Who are the most prominent Taliban leaders who led the movement to control Afghanistan?

Taliban co-founder and deputy leader Mullah Abdul Ghani Baradar (centre) with other members of a Taliban delegation as they arrive for an international conference on Afghanistan in Moscow on March 18, 2021. 

Taliban co-founder and deputy leader Mullah Abdul Ghani Baradar (centre) with other members of a Taliban delegation as they arrive for an international conference on Afghanistan in Moscow on March 18, 2021. © AFP

After the Taliban took control of Afghanistan, following the fall of the cities, successively, within days, and then entering the presidential palace and many government sites in the capital, Kabul, on Sunday, questions increased about the people who lead this movement, whose names remained a subject of ambiguity for many observers. Who are these people and what role did they play within the movement?  

Ambiguity surrounds the leaders of the Taliban movement, which took over the reins of power in Afghanistan after taking control of the capital, Kabul, just as it happened when it ruled the country between 1996 and 2001.

The following is a brief account of the main leaders of this radical Islamic group:

Mullah Haibatullah Akhund ZEdde, Supreme Commander

Mullah Haibatullah Akhundzada took over the leadership of the Taliban in May 2016 during a swift transition of power days after the death of his predecessor, Akhtar Muhammad Mansour, who was killed in a US drone strike in Pakistan. Prior to his appointment, little was known about Akhundzadeh, who had hitherto been more interested in judicial and religious matters than in the art of war.

This religious scholar has great influence within the insurgency in which he led the judiciary, but analysts believe that his role at the head of the Taliban will be more symbolic than practical. Akhundzada is the son of a religious scholar, originally from Kandahar, the heart of the Pashtun region in southern Afghanistan and the cradle of the Taliban. He was immediately pledged allegiance to Ayman al-Zawahiri, the leader of al-Qaeda.

Al-Masri called him "the Commander of the Faithful", which allowed him to establish his credibility among the jihadists. Akhundzada took on the delicate task of uniting the Taliban, which was wracked by a violent power struggle after the death of Mullah Mansour, revealing that it had hidden for years the death of its founder, Mullah Muhammad Omar.

He managed to achieve the unity of the group, and he tended to be conservative, content with broadcasting rare annual messages on Islamic holidays.

Mullah Abdul Ghani Baradar: Military Leader and Head of the Political Bureau

Abdul Ghani Baradar grew up in the province of Uruzgan in Kandahar. He is one of the founders of the Taliban movement with Mullah Omar, who died in 2013, but his death was not revealed until two years later. Like many Afghans, his life was changed by the Soviet invasion in 1979 and he became a mujahid and is believed to have fought alongside Mullah Omar.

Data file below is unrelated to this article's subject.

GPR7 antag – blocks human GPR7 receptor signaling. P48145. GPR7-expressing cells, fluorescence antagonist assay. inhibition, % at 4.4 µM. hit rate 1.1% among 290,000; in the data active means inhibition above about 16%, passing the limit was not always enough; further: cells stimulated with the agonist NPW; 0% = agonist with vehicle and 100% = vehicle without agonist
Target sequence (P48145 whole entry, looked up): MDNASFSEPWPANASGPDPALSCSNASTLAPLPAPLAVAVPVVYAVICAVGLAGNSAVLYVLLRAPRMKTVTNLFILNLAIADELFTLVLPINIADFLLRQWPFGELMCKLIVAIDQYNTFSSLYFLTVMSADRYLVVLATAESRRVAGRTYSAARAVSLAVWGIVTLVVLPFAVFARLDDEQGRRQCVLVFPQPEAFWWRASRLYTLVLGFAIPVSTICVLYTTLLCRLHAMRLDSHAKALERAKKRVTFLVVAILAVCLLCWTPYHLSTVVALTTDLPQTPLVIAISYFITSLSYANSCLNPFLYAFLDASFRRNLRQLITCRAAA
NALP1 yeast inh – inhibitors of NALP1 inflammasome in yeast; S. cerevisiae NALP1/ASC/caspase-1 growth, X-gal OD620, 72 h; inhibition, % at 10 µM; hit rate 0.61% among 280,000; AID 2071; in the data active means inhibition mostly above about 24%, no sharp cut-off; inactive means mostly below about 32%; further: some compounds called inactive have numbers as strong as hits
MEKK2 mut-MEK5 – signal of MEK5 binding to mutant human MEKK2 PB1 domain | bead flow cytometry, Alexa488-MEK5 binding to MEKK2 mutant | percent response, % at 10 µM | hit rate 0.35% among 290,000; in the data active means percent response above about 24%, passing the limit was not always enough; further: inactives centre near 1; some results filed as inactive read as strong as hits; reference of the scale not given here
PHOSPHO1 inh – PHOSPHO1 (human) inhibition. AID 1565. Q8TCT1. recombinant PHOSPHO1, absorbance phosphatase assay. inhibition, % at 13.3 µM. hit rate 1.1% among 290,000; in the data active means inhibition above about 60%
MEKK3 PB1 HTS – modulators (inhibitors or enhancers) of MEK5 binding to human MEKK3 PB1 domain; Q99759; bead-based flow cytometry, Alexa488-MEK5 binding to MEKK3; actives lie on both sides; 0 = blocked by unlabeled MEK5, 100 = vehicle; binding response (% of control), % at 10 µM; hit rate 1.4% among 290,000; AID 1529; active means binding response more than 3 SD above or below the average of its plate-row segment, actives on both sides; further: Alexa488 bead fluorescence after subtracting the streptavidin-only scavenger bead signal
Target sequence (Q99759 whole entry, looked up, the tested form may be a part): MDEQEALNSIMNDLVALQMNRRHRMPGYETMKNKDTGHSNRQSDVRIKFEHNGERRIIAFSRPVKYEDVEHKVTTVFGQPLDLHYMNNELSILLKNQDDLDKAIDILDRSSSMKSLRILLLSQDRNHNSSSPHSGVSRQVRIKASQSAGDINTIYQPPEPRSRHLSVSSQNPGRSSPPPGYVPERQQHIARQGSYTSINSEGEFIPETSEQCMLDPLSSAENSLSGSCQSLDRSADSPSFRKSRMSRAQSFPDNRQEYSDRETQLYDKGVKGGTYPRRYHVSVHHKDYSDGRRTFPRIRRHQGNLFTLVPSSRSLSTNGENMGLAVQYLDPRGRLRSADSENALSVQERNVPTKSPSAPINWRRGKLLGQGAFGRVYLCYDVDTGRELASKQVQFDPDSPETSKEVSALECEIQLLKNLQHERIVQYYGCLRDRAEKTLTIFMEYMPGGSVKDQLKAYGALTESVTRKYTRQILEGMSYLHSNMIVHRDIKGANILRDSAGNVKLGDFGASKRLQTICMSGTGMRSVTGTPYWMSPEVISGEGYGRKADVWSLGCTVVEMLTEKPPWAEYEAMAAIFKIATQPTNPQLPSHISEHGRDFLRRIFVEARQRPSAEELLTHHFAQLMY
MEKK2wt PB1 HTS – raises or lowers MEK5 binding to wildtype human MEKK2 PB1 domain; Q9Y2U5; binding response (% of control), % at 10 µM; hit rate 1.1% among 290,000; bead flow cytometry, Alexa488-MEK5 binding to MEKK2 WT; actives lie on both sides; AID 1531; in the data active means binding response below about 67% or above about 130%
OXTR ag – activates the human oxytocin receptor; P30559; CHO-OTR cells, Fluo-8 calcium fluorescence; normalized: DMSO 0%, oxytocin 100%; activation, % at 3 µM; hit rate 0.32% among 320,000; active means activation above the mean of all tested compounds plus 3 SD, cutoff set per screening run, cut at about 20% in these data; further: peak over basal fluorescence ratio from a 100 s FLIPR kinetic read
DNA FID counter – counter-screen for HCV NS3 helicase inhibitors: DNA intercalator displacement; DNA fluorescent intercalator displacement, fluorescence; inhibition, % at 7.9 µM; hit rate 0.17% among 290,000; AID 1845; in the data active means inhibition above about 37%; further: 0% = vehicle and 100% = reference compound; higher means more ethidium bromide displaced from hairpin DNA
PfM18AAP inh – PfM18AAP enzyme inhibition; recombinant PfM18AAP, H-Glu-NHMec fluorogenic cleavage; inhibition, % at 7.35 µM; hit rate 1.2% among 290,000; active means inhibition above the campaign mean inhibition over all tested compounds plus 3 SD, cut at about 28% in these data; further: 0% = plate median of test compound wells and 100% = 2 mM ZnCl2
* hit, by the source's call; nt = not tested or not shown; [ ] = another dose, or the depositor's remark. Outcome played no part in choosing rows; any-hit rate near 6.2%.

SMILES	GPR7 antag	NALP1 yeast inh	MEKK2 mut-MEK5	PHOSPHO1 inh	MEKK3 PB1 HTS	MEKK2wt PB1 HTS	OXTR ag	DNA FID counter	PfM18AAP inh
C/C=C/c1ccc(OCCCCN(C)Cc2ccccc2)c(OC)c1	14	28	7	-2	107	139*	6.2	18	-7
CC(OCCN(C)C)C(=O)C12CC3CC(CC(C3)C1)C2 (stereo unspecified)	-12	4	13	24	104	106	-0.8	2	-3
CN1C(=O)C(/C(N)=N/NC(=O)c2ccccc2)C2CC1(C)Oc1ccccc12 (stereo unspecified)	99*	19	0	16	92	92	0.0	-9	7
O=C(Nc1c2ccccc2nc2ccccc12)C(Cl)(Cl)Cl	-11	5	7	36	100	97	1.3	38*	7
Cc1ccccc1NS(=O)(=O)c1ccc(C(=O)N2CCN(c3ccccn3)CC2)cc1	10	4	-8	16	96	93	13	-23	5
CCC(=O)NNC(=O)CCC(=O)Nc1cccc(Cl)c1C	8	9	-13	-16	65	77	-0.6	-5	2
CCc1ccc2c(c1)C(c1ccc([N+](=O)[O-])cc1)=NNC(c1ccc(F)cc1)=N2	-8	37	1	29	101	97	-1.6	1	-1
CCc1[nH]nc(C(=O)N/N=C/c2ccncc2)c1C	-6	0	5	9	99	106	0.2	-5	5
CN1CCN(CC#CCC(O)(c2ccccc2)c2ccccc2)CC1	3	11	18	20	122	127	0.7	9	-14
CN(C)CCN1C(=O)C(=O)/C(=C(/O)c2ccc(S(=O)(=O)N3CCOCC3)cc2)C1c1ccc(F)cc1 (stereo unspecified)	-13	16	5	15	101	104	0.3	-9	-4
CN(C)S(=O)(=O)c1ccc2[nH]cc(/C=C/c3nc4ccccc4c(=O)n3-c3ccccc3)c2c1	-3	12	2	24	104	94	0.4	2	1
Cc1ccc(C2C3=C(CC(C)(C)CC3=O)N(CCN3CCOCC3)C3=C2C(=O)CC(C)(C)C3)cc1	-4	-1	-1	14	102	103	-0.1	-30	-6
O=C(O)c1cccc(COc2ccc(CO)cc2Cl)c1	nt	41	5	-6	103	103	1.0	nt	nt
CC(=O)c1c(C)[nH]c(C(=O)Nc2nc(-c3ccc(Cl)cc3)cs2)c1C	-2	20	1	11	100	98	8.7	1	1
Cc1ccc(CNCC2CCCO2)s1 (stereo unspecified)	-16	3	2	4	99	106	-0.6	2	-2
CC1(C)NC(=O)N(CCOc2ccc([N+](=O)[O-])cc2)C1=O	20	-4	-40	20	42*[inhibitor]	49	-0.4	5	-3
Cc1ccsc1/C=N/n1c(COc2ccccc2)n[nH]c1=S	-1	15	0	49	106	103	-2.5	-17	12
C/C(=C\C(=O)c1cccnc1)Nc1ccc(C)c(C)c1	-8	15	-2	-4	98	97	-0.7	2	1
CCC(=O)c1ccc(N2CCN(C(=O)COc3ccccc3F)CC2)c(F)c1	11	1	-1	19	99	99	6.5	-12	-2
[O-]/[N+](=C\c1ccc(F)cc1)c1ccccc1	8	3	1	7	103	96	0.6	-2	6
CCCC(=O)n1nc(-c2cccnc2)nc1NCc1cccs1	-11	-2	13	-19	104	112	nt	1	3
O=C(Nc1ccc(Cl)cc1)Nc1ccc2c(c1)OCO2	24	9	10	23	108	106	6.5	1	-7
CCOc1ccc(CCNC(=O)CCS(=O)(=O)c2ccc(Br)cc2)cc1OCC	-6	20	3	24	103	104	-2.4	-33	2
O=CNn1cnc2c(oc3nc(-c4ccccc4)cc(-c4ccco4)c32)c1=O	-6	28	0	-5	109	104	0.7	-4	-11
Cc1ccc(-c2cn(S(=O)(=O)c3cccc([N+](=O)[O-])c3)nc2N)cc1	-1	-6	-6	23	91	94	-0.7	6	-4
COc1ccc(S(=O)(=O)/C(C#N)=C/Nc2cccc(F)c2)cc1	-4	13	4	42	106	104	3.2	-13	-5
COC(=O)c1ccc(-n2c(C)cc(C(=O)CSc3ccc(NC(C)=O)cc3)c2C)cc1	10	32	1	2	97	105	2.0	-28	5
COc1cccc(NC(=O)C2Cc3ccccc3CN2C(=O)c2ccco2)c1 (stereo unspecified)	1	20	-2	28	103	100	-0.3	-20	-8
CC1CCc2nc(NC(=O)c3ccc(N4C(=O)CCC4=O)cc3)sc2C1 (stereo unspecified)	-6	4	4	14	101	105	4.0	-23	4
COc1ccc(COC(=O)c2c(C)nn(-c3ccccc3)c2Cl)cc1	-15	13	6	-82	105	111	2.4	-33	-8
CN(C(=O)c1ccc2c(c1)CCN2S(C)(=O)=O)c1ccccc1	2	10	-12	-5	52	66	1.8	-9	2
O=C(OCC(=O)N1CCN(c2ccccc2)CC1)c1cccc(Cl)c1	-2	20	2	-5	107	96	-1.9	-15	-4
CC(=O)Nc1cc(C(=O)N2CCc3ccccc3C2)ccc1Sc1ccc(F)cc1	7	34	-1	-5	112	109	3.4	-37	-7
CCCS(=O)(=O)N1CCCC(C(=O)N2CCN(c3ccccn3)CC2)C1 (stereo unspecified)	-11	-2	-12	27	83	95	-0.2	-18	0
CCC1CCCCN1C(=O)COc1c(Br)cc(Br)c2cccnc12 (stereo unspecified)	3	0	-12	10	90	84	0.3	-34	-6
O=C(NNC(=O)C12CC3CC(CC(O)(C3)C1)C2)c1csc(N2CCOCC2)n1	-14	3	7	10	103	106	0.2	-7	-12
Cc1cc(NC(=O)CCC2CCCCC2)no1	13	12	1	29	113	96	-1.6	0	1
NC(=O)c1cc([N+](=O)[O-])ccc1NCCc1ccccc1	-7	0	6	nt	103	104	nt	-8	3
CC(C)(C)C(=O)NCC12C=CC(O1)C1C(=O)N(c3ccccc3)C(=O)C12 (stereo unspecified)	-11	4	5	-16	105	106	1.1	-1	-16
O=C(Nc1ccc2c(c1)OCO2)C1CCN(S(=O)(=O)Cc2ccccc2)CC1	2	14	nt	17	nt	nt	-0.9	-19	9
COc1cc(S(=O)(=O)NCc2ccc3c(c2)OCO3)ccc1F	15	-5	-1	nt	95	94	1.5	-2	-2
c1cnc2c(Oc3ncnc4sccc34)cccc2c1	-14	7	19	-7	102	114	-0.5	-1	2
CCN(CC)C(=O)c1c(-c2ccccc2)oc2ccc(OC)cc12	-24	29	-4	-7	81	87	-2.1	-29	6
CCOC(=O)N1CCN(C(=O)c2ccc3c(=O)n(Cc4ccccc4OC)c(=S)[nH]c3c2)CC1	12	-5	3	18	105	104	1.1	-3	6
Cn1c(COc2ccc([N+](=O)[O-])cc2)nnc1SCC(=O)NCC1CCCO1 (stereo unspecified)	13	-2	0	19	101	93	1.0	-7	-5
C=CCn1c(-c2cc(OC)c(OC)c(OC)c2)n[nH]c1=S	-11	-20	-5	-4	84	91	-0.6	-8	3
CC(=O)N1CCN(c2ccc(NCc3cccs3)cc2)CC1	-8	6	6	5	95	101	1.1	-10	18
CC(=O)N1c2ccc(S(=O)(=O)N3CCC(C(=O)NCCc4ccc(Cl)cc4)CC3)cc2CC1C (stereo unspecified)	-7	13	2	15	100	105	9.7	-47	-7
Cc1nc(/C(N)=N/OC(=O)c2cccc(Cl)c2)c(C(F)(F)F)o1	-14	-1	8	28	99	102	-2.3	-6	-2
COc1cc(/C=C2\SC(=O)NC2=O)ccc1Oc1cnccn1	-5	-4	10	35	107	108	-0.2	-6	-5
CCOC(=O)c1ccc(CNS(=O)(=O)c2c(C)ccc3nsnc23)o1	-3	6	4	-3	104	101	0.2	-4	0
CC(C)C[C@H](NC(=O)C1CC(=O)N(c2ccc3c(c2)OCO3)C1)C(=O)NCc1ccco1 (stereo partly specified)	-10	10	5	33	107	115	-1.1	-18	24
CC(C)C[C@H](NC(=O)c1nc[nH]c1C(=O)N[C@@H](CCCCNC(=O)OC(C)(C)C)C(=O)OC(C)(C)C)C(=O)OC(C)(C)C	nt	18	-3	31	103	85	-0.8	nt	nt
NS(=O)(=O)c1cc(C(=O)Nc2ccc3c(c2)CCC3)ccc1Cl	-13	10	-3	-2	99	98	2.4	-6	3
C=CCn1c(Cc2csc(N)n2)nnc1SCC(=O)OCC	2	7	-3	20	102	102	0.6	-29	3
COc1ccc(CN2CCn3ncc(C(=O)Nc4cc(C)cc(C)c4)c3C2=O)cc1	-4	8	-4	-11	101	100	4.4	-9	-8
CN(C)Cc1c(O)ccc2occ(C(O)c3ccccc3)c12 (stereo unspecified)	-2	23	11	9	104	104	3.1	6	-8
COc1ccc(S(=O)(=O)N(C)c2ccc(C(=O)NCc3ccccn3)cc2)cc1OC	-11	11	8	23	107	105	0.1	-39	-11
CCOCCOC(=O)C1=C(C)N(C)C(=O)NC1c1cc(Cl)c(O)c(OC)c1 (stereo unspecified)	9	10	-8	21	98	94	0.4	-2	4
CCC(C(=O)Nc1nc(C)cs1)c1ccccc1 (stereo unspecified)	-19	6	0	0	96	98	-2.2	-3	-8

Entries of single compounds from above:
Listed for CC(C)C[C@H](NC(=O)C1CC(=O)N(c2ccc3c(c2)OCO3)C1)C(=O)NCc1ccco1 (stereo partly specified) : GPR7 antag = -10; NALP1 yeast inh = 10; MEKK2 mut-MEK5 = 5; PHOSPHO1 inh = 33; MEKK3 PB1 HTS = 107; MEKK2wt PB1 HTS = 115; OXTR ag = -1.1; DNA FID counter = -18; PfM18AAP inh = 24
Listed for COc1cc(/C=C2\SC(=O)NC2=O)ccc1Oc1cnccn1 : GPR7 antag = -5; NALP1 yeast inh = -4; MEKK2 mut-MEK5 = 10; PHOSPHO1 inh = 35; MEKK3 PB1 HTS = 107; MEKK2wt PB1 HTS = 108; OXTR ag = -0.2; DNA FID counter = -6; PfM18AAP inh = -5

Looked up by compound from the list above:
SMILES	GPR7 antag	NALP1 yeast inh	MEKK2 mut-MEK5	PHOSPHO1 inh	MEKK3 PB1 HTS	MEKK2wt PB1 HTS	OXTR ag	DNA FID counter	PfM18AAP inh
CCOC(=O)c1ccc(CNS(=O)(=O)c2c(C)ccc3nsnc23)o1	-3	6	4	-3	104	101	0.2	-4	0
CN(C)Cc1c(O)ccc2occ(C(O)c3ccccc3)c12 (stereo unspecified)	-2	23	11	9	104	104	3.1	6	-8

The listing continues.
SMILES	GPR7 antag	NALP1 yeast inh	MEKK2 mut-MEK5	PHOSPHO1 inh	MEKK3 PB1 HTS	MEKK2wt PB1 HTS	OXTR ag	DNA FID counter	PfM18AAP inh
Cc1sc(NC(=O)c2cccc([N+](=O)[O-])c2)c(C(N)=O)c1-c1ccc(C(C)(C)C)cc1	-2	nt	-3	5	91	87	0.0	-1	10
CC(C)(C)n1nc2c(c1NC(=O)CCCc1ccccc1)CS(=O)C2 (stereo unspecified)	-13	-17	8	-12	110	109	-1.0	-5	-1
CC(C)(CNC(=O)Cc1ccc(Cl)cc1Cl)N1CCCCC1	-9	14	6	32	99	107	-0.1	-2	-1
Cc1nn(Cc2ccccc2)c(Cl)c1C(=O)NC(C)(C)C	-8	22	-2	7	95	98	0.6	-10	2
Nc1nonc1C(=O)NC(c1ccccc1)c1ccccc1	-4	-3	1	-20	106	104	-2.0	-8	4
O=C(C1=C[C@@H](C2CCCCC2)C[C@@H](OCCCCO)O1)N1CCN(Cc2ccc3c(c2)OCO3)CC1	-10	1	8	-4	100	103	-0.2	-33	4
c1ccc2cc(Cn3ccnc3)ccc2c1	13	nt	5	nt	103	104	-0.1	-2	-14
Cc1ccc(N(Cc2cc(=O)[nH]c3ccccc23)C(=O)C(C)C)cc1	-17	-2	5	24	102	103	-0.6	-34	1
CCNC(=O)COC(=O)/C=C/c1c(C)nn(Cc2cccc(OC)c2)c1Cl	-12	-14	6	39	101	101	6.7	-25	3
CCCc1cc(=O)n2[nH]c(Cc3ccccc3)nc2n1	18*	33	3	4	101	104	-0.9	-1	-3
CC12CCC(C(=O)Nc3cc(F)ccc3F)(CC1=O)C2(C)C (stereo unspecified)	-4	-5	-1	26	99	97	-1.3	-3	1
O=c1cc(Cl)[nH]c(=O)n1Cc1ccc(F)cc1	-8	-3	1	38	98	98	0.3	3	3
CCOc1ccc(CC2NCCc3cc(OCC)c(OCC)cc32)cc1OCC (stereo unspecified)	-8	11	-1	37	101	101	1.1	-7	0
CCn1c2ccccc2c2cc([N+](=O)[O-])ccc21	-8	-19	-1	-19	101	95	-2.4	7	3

Following the US intervention and the fall of the Taliban regime in 2001, he was said to have been part of a small group of insurgents willing to come to an agreement recognizing the Kabul administration. But this initiative failed.

Mullah Baradar was the Taliban's military commander when he was arrested in 2010 in the Pakistani city of Karachi. He was released in 2018 under pressure from Washington in particular. Barader is respected by the various Taliban factions, and then he was appointed head of their political office in the Qatari capital, Doha.

From there, he led negotiations with the Americans that led to the withdrawal of foreign forces from Afghanistan and then peace talks with the Afghan government that came to nothing.

Haqqani Network leader Sirajuddin Haqqani

Sirajuddin Haqqani is the son of one of the most famous leaders of the anti-Soviet jihad, Jalal al-Din Haqqani. He is the second-in-command of the Taliban and the leader of the powerful network that bears his family's name.

Washington classifies the Haqqani network, founded by his father, as a terrorist and one of the most dangerous factions fighting US and NATO forces in the past two decades in Afghanistan. The Haqqani network is known for its use of suicide bombings, and is credited with some of the most violent attacks in Afghanistan in recent years.

He has also been accused of assassinating some senior Afghan officials and holding Westerners hostage before releasing them for ransom or for prisoners such as US soldier Bo Bergdahl, who was released in 2014 in exchange for five Afghan detainees from Guantanamo Bay.

Known for their independence, fighting skills and lucrative trade, Haqqani fighters are apparently responsible for Taliban operations in the mountainous regions of eastern Afghanistan, and are believed to have a strong influence on the movement's decisions.

Mullah Yaqoub

Mullah Yaqoub is the son of Mullah Muhammad Omar and the head of the military committee that wields great influence in the Taliban and decides the strategic directions for the war against the Afghan government. His association with his father, who was revered by the movement's fighters as the leader of their movement, is a unifying factor for such a broad and diverse movement.

However, its role within the movement remains the subject of speculation. Some analysts believe that his appointment as chair of this committee in 2020 was merely a symbolic measure.

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